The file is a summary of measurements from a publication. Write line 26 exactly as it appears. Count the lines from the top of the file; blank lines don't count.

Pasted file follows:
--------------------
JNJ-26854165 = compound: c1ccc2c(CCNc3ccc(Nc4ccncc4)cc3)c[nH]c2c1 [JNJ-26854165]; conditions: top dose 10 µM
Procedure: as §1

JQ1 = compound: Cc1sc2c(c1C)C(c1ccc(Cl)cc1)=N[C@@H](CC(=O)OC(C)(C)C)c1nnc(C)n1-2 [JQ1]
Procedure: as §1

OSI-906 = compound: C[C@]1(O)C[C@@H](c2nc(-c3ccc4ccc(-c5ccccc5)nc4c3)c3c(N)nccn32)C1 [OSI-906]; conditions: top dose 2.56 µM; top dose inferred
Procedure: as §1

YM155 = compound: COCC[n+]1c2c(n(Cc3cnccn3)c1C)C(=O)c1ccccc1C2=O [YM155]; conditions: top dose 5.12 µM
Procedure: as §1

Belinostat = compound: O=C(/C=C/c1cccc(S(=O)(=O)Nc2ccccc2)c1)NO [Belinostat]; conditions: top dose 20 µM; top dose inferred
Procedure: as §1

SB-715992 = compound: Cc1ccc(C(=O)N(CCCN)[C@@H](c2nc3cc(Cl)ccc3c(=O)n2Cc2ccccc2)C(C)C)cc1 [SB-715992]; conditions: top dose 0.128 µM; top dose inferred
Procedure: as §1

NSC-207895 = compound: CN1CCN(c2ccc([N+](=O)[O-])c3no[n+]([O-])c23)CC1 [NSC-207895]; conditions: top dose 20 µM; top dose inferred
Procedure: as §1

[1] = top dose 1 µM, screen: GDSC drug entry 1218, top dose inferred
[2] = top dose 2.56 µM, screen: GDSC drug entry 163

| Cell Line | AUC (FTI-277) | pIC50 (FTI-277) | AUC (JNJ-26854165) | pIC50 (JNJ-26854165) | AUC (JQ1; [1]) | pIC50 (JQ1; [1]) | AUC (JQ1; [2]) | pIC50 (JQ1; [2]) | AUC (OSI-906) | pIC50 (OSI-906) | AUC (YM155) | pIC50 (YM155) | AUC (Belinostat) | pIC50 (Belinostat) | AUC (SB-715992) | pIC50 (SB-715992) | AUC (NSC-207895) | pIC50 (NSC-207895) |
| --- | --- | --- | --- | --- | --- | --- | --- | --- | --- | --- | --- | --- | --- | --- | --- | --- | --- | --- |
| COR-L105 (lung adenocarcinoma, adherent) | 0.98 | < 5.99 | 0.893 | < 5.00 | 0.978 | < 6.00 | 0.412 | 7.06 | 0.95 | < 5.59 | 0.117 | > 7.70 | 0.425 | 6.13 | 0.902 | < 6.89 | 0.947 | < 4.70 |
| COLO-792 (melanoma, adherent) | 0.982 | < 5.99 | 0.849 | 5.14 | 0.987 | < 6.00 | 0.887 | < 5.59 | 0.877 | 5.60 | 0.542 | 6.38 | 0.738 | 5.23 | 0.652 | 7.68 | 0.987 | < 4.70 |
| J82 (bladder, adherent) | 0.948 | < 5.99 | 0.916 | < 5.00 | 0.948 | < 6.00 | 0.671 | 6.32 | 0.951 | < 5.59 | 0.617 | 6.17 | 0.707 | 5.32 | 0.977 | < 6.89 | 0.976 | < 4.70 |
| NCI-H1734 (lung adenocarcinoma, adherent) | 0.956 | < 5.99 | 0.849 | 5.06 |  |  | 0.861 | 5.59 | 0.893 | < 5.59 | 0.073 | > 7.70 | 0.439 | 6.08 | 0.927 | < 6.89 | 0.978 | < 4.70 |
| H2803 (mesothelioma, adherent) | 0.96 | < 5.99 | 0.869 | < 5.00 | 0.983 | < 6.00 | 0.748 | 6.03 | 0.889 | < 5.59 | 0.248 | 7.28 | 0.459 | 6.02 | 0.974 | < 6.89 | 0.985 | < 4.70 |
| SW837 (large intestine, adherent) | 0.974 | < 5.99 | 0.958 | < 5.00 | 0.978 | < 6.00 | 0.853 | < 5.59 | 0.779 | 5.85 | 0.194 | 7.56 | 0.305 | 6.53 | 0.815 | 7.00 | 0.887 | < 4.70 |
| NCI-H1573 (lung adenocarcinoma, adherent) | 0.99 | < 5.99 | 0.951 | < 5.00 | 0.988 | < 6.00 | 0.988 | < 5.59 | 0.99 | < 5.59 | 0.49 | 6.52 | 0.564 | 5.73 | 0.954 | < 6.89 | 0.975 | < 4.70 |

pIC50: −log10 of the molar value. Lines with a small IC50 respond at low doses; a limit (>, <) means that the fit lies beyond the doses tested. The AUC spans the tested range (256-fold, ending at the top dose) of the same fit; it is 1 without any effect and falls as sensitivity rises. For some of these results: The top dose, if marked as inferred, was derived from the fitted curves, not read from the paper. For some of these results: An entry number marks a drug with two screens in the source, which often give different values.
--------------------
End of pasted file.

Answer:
pIC50: −log10 of the molar value. Lines with a small IC50 respond at low doses; a limit (>, <) means that the fit lies beyond the doses tested. The AUC spans the tested range (256-fold, ending at the top dose) of the same fit; it is 1 without any effect and falls as sensitivity rises. For some of these results: The top dose, if marked as inferred, was derived from the fitted curves, not read from the paper. For some of these results: An entry number marks a drug with two screens in the source, which often give different values.